At first, the survey of political systems in Mack Reynolds‘ interstellar spy novel, Planetary Agent X, seems quite whimisical and superficial. There are planets full of anarchists, and planets crawling with feudalism, nihilism, socialism, and what have you. There are some playful jabs at democracy, individualism, and even the tyranny of the uninformed voters (a la John Stuart Mill). The tone is not as playful as Ron Goulart, but definitely not very serious either. So it came as a pleasant surprise when the protagonist, Ronny Bronston, is given a sarcastic lecture by his handler, the mysterious Tog Lee Chang Chu, on the disasters brought about by “industrial feudalism.” How strangely familiar!
Reading the MOMA Book on Rodchenko, I was struck by Rodchenko’s diary entry about the early aviator Aleksandr Vasiliev. What must a barnstorming demonstration have been like at Kazan in the year 191
What a fitting discovery while badgering through the mountain of cheap book carts at Brattle Book Shop, when I happened across a fine copy of Jorrock’s Jaunts and Jollities. Originally published in 1838, this farcical book on fox-hunting and gad-about adventures, was written by Robert S. Surtees, who is an amusing stylist, to say the least. The overall tone of the book is very reminiscent of its predecessor picaresques, such as Humphrey Clinker, and it’s followers, for example Jerome’s Three Men On a Bummel… in which a cast of characters go off on a jaunt that allows the author to skewer them and the societies they are escaping from or escaping into.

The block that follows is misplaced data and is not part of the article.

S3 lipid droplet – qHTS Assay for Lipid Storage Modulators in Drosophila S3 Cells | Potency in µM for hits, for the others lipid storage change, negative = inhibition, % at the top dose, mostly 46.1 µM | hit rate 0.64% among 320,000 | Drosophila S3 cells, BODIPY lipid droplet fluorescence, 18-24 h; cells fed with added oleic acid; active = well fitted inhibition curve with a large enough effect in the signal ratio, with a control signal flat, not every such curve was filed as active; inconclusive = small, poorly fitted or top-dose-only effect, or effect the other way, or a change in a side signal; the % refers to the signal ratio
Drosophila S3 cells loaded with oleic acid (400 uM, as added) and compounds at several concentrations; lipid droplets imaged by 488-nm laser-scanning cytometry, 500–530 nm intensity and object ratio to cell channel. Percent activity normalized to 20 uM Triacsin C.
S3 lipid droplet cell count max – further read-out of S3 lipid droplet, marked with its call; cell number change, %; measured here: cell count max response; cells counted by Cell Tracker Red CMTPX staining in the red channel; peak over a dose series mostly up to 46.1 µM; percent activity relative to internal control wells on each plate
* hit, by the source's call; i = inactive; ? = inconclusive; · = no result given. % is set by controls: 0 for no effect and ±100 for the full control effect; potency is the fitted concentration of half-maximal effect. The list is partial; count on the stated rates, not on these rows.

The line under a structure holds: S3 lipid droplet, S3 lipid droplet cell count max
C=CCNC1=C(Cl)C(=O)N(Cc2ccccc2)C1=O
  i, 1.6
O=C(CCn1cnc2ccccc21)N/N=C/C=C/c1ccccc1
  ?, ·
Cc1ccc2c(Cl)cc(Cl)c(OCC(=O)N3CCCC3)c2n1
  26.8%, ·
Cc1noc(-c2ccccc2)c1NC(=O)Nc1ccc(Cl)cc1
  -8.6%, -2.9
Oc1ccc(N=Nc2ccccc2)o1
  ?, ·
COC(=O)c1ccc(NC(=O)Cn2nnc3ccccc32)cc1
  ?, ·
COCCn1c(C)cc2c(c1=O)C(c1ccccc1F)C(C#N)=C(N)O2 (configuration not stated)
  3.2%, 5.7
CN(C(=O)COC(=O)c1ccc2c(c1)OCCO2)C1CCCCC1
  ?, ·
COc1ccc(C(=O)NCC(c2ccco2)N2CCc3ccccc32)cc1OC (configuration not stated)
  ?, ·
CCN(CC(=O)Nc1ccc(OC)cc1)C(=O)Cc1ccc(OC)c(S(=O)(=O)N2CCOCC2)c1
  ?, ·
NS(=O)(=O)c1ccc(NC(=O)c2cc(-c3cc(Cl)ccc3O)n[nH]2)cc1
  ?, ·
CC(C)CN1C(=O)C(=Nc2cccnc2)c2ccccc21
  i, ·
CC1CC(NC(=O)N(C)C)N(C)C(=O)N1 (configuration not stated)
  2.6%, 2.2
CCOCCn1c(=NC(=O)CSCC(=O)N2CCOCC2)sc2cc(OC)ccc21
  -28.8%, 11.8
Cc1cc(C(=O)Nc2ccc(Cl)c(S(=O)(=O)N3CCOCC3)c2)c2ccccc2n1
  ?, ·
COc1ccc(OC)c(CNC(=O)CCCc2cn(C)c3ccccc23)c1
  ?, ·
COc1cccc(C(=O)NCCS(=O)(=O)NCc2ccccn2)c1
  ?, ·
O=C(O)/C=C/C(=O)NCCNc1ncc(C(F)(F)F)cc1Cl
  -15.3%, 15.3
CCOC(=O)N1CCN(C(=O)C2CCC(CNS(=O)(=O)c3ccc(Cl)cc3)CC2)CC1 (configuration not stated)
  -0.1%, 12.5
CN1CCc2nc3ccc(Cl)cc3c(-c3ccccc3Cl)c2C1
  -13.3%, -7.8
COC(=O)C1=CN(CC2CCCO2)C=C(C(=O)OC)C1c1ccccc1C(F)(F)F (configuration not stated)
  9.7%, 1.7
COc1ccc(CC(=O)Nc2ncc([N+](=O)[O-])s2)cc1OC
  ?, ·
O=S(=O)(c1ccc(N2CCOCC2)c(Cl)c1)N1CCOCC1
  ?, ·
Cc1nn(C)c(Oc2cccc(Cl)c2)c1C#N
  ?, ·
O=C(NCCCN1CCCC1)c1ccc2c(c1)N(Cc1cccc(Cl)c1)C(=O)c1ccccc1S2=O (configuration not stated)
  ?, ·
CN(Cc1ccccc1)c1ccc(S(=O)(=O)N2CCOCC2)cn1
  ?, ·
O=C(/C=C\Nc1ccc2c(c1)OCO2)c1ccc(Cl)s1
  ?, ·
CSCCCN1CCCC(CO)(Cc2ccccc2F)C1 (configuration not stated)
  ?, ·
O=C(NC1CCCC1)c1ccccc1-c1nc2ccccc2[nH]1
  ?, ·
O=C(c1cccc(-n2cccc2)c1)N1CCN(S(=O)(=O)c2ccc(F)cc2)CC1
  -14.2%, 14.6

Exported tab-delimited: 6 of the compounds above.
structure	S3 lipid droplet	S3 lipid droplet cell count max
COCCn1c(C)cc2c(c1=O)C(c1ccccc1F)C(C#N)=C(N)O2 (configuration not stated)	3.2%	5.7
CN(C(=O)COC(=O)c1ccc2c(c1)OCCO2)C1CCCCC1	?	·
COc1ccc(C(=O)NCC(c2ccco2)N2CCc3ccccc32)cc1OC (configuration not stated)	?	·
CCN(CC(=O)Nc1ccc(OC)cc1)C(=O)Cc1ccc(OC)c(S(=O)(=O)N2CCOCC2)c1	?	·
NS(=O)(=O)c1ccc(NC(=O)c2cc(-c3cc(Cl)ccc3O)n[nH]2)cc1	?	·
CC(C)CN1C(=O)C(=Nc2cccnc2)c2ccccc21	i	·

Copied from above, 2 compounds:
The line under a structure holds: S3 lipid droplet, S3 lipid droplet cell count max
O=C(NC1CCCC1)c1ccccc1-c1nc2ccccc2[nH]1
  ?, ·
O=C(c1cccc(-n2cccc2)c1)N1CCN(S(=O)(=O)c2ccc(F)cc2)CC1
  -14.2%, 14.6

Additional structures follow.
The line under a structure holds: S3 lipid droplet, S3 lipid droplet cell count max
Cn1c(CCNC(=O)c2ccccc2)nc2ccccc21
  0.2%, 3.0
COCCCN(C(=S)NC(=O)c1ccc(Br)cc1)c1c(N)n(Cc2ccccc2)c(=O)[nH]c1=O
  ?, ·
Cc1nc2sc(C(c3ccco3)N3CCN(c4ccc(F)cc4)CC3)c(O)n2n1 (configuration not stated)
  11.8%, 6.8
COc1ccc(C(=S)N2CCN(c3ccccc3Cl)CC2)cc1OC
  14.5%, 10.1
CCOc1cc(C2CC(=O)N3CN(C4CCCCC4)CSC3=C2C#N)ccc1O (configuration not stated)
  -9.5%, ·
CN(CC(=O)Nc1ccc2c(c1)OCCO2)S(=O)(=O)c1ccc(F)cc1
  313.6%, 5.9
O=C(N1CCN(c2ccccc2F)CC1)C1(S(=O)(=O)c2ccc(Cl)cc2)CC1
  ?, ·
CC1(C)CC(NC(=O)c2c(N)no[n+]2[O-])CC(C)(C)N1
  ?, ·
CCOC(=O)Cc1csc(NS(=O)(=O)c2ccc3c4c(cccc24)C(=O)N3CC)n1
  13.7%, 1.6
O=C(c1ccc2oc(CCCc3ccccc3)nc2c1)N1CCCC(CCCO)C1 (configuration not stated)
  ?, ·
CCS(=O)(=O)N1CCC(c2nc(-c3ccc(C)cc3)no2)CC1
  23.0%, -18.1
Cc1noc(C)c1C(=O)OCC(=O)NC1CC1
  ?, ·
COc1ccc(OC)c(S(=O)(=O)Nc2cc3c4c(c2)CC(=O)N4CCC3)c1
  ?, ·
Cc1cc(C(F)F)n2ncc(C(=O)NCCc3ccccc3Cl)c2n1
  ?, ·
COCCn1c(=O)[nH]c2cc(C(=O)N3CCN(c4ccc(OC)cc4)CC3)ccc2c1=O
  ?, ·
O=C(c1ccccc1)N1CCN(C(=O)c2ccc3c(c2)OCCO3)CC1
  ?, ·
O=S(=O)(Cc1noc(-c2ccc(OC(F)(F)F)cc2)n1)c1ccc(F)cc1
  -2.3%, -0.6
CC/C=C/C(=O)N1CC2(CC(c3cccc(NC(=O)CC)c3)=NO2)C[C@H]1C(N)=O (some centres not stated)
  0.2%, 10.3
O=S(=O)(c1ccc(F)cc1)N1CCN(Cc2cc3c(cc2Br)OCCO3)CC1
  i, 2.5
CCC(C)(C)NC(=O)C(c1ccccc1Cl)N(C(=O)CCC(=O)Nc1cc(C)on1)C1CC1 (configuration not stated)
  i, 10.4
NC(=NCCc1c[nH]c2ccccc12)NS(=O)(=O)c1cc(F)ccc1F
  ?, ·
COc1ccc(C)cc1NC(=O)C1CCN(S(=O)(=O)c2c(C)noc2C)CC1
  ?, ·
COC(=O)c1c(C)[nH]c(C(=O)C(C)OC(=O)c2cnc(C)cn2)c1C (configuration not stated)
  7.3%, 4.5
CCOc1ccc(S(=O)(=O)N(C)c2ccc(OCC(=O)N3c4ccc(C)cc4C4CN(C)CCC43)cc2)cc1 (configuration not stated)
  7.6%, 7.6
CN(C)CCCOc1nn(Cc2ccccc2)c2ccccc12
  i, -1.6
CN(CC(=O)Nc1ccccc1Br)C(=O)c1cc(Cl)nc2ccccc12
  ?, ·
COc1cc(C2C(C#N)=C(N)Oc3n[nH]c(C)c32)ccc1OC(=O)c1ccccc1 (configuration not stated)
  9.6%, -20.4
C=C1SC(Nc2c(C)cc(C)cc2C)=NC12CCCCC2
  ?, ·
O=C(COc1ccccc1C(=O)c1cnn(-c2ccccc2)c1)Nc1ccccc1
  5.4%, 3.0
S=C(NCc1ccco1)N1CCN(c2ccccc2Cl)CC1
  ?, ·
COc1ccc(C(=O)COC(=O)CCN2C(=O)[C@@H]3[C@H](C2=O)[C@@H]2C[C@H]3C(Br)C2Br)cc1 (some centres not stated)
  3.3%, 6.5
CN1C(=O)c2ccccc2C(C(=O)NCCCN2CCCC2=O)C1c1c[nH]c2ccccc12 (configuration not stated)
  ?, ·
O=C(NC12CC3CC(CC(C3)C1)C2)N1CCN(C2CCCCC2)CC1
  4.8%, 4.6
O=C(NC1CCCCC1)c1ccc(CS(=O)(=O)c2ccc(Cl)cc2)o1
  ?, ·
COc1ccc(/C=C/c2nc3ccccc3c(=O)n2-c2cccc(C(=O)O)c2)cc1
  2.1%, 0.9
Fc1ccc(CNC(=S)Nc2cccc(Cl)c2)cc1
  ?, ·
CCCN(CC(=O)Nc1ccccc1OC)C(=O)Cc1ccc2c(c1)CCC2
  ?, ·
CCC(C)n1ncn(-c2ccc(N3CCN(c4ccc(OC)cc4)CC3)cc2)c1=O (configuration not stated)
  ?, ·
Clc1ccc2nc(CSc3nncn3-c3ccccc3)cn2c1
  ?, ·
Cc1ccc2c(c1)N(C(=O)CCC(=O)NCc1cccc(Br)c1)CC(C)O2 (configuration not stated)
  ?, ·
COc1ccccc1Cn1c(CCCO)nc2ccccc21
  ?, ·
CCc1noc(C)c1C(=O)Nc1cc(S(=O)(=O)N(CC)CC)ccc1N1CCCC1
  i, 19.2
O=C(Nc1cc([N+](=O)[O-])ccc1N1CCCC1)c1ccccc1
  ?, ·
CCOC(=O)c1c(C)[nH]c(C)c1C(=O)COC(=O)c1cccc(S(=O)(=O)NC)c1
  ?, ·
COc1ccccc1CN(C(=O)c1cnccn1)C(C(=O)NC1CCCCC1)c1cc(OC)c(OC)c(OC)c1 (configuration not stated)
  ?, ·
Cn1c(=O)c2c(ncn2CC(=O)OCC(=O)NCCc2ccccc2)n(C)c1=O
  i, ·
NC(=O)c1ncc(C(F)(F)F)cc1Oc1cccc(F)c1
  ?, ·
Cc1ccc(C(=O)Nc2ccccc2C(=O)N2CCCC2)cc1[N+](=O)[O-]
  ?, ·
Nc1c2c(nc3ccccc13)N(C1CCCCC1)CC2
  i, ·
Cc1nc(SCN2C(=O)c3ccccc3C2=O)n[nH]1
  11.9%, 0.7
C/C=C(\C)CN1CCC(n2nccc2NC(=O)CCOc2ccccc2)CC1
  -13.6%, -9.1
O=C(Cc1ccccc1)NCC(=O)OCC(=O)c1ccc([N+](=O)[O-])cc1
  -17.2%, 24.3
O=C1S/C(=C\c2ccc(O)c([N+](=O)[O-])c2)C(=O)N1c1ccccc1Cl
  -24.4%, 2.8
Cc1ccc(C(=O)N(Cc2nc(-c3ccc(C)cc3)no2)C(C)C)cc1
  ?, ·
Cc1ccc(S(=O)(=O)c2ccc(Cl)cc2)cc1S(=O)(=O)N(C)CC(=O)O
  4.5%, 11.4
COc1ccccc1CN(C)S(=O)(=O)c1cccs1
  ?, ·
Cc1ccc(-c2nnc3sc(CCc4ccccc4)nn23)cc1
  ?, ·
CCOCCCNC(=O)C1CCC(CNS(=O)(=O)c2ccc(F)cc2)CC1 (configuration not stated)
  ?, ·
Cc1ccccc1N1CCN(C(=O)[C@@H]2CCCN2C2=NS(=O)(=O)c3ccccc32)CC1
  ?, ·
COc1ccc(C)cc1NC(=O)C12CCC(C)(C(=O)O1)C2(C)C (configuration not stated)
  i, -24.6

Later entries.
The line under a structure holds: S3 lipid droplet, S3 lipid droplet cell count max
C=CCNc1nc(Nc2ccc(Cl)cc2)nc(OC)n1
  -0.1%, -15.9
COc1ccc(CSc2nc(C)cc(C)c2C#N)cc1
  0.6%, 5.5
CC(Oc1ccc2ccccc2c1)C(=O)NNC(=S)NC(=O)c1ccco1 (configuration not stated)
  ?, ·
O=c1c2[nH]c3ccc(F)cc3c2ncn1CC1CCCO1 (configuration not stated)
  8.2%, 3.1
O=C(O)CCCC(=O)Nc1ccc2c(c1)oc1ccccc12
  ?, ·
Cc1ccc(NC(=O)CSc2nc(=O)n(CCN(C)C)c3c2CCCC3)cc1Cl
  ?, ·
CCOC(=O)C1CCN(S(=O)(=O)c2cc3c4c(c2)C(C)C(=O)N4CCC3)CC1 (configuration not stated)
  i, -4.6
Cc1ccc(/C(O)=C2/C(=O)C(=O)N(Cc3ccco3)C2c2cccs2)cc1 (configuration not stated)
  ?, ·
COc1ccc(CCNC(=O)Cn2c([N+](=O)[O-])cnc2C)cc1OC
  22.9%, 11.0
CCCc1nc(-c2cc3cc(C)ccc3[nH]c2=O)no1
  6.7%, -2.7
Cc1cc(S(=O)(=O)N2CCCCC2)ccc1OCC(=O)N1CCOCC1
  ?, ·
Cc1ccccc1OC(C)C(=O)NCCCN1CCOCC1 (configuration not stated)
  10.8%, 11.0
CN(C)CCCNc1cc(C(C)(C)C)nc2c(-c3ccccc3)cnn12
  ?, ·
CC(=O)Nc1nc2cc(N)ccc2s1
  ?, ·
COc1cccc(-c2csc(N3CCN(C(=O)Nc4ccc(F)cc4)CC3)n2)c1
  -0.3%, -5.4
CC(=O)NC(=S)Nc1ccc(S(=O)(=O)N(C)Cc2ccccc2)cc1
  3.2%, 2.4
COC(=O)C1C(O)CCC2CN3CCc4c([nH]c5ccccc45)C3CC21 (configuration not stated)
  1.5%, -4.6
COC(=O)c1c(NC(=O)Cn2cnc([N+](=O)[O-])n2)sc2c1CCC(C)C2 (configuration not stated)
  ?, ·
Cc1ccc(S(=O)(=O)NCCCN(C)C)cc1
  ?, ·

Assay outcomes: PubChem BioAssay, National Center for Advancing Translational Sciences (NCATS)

“Another drink… I’m already sloshed!” While searching for old Rarotonga comics with Antonio Gutiérrez art, I happened across this strange gem from 1951, which apparently is the first appearance of Rarotonga. I’m sure there must be other examples, but so far I can only find a single cover of Rarotonga from the early series.
When I am able to blank out the last thirty five years, during which I have continuously despised and fought against the automobile (even when I owned one myself…yes, I’m talking about that rattling death-trap of a 1967 Ford Falcon!), when I can forget all that, it does my heart good to hear people talking about Ecocities. Richard Register has a decent column in Foreign Policy in Focus this week, advocating for more sustainable cities built around better transit systems and less automobile traffic. His points are well taken and straightforward, building upon his books on the subject (from 2001 and 2006): Switch to a pedestrian and transit-oriented infrastructure, built around compact centers designed for pedestrians and transit; Roll back sprawl development while vigorously restoring nature and agriculture; Integrate renewable energy systems while using non-toxic materials and technologies and promoting recycling. Which he follows immediately by pointing out the major obstacles to achieving this dream: A major difficulty in moving toward ecocities is that cars have influenced urban design for 100 years. Many of us caught in this infrastructure find it extremely difficult to get around in anything but the car. The distances are just too great for bicycles, the densities just too low to allow efficient, affordable transit.